Find Your Passion and Change the World
As he sat in the Student Union on the Greenspring campus during his final semester, Corey Polyoka ’08 (business administration) did not anticipate that the application he was filling out for a position at Woodberry Kitchen, a locally owned restaurant in Hampden, would eventually lead to his role as Partner and Director of Operations of Foodshed LLC.
Polyoka made the decision to attend Villa Julie College because he was looking for a local liberal arts institution with diversified courses and a strong business program. He was also confident that he would find a sense of community at VJC. As a student, Polyoka liked that many of his professors “embraced environmental issues surrounding business practices” and made an effort to bring discussions of that nature into the classroom. He credits his economics professor, Ora Freedman, with providing “a strong framework for sustainability practices that her students could understand.” These discussions sparked his interest, and he was charged to make a difference.
As a millennial, Polyoka felt that he had developed an investment in green living and wanted to carry that passion into his life beyond the classroom. In addition to the time spent in class discussing these topics, he recalls participating in the annual “Do It in the Dark” event, where students gather to promote environmental awareness surrounding energy.
When he was hired as the first member of the staff at Woodberry Kitchen, Polyoka began working to support the vision of owners Spike and Amy Gjerde to create a network of dining options in Baltimore committed to supporting local agriculture and preserving the uniqueness of the mid-Atlantic region. Today, Foodshed LLC encapsulates 10 businesses across three cities, and the company’s commitment to providing locally-sourced food is unparalleled. Polyoka has indeed had an impact on the company’s success, as he has grown from his role as manager of Woodbery Kitchen. He has been credited with building a business intelligence system for financial reporting, creating a bar program, and much more.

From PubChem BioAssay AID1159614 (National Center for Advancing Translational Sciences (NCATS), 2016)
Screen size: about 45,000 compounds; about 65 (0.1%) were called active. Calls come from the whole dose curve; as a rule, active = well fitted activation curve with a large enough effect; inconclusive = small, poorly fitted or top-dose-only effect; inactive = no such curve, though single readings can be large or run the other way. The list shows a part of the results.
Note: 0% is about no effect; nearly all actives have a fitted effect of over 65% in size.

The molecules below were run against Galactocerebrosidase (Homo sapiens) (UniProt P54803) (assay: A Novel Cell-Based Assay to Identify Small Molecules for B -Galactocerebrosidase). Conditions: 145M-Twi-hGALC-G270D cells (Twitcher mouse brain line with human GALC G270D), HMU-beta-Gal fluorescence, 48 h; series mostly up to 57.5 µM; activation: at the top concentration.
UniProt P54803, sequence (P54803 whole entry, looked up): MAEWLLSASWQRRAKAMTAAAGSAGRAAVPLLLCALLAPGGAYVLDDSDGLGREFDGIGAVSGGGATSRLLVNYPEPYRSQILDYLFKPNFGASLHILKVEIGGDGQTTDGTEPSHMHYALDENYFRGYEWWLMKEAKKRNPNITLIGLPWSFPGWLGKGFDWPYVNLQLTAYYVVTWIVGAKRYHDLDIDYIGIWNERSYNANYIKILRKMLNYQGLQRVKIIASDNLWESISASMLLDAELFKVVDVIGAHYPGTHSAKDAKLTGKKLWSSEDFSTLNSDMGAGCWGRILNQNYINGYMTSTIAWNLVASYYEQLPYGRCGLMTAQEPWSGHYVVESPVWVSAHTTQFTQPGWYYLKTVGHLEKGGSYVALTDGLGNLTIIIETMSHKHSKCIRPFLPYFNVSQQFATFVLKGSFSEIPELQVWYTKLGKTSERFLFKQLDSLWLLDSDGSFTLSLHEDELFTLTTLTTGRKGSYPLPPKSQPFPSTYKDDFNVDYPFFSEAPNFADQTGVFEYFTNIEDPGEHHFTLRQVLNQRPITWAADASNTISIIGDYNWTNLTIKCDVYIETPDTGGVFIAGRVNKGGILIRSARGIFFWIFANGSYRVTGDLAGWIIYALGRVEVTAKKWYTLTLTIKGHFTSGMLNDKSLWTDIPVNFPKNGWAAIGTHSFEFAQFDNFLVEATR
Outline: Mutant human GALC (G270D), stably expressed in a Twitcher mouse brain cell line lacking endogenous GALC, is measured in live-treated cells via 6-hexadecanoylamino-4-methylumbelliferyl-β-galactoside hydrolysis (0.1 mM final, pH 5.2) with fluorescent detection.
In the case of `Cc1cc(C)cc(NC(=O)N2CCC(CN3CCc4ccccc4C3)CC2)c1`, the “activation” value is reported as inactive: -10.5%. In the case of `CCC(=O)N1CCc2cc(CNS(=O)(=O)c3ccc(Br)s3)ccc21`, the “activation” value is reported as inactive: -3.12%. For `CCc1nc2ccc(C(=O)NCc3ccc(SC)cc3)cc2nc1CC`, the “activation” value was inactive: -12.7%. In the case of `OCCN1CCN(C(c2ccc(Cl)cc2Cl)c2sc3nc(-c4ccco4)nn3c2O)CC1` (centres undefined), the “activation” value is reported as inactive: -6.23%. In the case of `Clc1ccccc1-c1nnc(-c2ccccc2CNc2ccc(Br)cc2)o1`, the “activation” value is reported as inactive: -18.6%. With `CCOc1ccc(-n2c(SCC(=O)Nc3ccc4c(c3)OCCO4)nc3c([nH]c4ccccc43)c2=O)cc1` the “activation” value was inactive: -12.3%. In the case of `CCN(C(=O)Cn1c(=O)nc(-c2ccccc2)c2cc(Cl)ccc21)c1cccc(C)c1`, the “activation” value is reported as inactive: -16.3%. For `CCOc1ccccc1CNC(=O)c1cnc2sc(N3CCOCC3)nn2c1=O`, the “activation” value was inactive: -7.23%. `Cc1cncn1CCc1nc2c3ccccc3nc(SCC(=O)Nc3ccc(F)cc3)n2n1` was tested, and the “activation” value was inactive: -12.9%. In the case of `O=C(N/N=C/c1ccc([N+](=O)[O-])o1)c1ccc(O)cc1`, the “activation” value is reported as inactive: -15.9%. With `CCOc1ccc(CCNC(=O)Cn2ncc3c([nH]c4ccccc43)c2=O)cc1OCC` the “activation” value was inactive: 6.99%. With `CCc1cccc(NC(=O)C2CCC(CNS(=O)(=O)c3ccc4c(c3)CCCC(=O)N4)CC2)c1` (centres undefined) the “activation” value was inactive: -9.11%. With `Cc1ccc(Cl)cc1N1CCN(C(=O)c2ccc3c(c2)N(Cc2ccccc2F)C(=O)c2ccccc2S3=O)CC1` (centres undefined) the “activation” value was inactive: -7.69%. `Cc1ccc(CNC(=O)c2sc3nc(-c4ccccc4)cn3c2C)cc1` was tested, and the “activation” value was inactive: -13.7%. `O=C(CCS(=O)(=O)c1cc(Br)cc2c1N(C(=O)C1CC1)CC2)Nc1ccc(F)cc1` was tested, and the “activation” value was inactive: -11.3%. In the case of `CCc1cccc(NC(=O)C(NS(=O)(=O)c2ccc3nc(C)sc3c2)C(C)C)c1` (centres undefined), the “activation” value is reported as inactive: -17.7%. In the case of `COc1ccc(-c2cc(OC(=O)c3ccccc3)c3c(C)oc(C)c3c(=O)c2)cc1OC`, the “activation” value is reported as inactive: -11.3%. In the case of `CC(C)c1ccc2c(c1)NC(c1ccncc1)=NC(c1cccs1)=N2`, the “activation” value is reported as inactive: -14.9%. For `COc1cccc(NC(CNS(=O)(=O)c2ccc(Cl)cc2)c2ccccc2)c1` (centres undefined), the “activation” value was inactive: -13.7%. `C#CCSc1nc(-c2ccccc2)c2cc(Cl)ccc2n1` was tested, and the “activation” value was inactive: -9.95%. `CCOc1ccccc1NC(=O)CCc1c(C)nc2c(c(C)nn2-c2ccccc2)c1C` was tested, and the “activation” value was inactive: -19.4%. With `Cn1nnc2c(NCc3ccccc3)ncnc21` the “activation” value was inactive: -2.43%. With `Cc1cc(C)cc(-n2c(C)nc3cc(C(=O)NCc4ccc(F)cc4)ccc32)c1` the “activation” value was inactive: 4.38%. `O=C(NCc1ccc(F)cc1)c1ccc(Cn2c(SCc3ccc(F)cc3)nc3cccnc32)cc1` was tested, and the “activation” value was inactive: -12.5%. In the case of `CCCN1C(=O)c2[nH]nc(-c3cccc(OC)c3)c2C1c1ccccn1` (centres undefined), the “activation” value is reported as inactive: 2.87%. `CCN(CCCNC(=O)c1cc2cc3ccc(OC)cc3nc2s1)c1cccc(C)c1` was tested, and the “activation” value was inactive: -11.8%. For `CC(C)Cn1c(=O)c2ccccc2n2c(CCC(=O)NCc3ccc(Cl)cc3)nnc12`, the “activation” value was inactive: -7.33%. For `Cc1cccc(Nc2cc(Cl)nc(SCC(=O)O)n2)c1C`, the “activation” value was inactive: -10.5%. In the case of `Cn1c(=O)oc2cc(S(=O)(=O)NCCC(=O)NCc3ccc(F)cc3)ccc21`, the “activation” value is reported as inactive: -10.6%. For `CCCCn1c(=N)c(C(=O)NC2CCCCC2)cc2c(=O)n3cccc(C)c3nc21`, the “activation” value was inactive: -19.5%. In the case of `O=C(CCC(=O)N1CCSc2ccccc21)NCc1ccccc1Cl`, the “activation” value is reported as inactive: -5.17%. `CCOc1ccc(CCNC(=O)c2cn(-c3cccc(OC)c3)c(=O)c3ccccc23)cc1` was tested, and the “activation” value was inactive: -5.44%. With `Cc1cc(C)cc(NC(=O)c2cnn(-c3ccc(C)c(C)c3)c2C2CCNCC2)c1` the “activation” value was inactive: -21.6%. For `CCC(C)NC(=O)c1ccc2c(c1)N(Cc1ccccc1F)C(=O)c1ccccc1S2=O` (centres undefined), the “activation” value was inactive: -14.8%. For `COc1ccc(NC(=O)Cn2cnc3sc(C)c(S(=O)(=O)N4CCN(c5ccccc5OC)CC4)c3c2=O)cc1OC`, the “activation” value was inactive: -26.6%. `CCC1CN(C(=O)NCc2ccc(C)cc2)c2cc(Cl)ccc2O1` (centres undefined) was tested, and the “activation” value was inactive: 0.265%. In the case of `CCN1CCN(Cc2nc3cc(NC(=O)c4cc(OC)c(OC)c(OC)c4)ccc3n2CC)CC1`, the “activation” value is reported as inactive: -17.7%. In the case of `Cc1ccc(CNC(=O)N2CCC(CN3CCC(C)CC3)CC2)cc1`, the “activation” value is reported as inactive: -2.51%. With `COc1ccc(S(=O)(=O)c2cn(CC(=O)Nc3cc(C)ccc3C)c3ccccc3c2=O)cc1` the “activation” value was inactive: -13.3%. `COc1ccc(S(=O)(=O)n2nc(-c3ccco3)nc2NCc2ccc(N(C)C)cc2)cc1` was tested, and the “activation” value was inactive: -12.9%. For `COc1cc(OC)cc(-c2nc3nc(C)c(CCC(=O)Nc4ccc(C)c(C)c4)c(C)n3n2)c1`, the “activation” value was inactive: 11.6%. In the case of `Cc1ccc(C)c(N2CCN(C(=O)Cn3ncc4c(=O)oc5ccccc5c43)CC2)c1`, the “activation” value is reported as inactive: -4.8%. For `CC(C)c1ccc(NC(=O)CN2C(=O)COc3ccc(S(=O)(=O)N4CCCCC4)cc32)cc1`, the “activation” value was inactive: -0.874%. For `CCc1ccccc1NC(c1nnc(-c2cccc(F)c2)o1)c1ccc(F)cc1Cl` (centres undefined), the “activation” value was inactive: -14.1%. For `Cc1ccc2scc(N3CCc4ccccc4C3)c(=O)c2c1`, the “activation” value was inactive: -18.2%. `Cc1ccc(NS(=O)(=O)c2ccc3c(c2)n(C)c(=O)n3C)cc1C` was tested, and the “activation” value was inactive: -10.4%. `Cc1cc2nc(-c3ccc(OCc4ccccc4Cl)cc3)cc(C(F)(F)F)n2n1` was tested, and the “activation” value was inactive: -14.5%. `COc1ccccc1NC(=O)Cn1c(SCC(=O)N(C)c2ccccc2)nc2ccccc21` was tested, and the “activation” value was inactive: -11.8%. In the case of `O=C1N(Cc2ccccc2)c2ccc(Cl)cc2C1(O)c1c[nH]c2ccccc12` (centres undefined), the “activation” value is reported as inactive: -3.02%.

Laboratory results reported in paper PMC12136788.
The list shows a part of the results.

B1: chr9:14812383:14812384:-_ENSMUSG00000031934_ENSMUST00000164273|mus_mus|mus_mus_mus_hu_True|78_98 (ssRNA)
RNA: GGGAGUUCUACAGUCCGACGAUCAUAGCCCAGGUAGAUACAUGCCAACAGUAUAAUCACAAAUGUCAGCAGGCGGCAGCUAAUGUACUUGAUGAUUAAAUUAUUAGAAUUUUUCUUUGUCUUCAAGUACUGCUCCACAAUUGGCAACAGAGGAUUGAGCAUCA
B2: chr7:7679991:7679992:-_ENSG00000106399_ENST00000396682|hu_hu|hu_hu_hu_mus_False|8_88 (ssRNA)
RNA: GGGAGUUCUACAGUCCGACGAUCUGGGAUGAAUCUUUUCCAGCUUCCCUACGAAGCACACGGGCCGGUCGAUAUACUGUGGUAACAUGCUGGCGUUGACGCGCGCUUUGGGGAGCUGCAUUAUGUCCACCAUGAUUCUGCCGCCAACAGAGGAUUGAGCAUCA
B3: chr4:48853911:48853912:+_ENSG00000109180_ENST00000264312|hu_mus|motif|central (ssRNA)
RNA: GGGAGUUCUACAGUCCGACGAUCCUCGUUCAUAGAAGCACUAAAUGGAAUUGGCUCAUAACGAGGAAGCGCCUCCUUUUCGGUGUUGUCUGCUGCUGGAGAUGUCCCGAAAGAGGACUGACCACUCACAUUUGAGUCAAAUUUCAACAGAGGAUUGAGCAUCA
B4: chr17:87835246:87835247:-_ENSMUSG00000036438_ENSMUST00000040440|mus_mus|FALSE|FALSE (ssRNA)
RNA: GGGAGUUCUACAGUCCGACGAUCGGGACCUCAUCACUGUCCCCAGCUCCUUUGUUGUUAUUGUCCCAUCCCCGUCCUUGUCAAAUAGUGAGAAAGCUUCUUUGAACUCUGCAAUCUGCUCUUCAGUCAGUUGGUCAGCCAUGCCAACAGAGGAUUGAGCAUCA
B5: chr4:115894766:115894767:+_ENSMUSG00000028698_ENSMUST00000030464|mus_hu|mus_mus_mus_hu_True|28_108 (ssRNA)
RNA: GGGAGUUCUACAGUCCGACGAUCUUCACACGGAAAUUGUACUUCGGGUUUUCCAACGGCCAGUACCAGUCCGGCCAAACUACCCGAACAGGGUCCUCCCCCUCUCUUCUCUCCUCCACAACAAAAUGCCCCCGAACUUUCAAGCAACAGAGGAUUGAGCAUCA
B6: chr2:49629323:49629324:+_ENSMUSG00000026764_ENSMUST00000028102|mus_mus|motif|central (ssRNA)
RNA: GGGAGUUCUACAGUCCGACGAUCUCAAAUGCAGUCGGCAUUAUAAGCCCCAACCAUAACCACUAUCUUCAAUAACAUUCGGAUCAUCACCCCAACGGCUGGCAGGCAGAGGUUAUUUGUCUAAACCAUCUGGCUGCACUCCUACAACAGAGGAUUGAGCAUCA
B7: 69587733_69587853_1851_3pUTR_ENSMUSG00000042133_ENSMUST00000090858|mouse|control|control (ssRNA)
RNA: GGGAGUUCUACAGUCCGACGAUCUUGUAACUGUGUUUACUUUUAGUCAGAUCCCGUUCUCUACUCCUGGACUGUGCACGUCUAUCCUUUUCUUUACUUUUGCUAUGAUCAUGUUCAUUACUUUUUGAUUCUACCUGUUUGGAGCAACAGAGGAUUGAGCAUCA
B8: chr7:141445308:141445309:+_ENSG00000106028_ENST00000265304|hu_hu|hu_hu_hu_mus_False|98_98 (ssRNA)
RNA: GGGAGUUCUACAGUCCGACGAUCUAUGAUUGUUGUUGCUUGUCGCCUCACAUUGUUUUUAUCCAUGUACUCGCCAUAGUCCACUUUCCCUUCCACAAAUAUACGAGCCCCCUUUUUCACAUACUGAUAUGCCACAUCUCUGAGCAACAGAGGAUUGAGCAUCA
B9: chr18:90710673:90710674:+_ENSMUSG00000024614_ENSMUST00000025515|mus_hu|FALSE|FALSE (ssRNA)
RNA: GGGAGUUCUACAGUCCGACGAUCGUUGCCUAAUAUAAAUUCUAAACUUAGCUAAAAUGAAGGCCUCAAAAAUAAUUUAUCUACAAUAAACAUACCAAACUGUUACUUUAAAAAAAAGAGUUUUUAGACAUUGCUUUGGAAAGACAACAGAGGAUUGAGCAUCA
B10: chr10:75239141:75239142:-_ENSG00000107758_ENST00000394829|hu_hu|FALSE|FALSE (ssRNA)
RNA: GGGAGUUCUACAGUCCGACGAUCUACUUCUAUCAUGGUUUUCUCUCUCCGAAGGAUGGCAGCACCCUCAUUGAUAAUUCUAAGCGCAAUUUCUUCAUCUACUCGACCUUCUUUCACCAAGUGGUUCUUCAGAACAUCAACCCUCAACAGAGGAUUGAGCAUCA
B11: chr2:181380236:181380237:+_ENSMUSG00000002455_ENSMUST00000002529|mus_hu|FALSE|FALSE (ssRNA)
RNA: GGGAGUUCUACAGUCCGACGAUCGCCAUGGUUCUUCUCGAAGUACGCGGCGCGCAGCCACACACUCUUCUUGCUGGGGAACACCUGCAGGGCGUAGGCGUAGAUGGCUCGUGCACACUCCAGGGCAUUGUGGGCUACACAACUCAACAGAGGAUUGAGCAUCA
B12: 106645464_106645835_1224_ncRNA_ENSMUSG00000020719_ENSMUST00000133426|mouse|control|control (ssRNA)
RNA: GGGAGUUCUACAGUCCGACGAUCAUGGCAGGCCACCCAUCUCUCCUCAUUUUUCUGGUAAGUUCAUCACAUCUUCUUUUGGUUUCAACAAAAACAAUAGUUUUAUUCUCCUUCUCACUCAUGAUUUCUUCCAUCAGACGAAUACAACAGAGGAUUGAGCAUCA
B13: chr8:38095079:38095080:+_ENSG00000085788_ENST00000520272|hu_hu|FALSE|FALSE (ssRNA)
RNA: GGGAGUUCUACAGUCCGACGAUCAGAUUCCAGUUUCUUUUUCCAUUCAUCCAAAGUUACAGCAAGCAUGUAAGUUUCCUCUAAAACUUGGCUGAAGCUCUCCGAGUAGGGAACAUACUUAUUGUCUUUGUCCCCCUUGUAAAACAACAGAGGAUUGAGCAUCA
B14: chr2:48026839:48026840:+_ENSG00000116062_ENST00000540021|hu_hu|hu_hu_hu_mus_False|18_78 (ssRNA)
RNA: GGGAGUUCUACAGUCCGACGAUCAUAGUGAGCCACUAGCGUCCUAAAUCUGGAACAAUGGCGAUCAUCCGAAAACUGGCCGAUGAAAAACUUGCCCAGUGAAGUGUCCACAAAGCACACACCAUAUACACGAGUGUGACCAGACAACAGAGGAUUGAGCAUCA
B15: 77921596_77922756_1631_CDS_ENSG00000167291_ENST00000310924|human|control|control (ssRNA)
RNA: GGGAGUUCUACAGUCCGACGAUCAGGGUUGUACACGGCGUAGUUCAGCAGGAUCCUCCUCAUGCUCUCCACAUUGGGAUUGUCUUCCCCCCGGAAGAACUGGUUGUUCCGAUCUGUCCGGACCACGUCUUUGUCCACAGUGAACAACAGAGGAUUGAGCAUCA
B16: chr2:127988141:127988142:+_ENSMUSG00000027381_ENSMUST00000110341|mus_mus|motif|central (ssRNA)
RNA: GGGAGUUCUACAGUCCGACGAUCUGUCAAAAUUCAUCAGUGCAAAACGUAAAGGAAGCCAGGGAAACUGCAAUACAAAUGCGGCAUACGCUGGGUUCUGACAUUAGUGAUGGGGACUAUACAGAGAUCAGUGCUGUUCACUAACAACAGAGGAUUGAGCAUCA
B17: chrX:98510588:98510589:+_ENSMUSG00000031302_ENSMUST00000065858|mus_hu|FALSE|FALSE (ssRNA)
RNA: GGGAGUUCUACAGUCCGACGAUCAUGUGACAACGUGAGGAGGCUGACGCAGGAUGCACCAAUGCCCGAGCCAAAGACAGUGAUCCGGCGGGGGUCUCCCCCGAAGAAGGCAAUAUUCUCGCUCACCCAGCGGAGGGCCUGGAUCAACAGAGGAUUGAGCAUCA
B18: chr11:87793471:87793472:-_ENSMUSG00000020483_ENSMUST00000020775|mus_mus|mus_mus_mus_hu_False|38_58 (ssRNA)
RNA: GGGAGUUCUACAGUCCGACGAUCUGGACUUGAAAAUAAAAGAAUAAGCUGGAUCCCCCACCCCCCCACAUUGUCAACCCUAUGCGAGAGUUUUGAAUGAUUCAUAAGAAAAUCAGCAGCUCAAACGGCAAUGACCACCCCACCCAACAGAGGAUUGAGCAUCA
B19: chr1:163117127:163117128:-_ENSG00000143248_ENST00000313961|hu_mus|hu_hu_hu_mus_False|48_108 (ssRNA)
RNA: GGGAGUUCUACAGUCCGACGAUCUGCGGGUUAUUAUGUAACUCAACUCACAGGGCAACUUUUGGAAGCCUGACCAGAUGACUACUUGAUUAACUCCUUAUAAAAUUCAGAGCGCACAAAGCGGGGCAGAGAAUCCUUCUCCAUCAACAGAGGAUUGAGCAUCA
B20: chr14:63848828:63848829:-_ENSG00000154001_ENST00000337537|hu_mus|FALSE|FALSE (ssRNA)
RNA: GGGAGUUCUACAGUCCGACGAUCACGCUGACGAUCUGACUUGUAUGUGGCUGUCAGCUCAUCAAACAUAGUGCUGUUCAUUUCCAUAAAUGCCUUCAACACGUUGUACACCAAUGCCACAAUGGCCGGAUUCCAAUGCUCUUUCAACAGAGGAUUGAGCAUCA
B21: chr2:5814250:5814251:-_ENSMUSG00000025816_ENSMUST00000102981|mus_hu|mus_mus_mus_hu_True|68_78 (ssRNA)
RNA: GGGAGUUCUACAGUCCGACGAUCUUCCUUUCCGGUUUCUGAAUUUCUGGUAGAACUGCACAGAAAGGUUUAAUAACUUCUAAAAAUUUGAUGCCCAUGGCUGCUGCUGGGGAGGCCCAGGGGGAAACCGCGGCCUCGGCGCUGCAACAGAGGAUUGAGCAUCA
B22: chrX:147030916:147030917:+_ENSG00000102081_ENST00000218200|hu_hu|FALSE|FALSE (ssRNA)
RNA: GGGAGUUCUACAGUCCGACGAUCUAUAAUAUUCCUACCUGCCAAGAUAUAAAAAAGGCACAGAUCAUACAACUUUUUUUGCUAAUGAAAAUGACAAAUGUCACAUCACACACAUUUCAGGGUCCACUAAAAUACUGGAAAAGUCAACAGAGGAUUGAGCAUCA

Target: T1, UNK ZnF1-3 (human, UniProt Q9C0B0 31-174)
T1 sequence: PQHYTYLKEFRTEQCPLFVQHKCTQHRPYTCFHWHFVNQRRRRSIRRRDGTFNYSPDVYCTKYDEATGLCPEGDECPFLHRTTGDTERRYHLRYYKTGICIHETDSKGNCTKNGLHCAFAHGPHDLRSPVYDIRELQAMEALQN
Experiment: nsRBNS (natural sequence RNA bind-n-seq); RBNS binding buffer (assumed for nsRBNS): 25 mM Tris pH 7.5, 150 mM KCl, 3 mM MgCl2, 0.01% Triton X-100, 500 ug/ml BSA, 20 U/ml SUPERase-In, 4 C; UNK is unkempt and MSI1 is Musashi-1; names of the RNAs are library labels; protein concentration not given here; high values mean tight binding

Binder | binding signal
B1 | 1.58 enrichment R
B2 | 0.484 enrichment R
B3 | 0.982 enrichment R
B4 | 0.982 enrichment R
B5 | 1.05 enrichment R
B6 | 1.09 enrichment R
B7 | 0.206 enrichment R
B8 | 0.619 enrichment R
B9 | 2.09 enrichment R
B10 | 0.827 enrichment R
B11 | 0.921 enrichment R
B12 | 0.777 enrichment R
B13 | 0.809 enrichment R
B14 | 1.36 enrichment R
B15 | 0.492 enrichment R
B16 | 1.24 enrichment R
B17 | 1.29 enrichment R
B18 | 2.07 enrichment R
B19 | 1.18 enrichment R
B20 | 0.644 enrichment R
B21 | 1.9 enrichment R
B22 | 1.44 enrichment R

After graduating, Polyoka decided to wait to have children until he had created change in his industry and in the world. “Life happened and my children came first. Now I’m motivated by my family to make a difference,” he says with a smile.
When asked what advice he’d like to share with current students, he says, “Upon leaving college, it’s okay that you don’t have a lot to contribute. Get into something that you enjoy and learn how it works.” He also suggests that new graduates start at the very bottom and invest time in learning about a job or an industry.
When Polyoka started working as a dishwasher 13 years ago, he did not expect to be in the position he is in today. “Too often young people devalue the time that it takes to become truly proficient in the workplace,” he says. Polyoka hopes that this mindset can shift—and that Stevenson University graduates will be at the forefront of that change.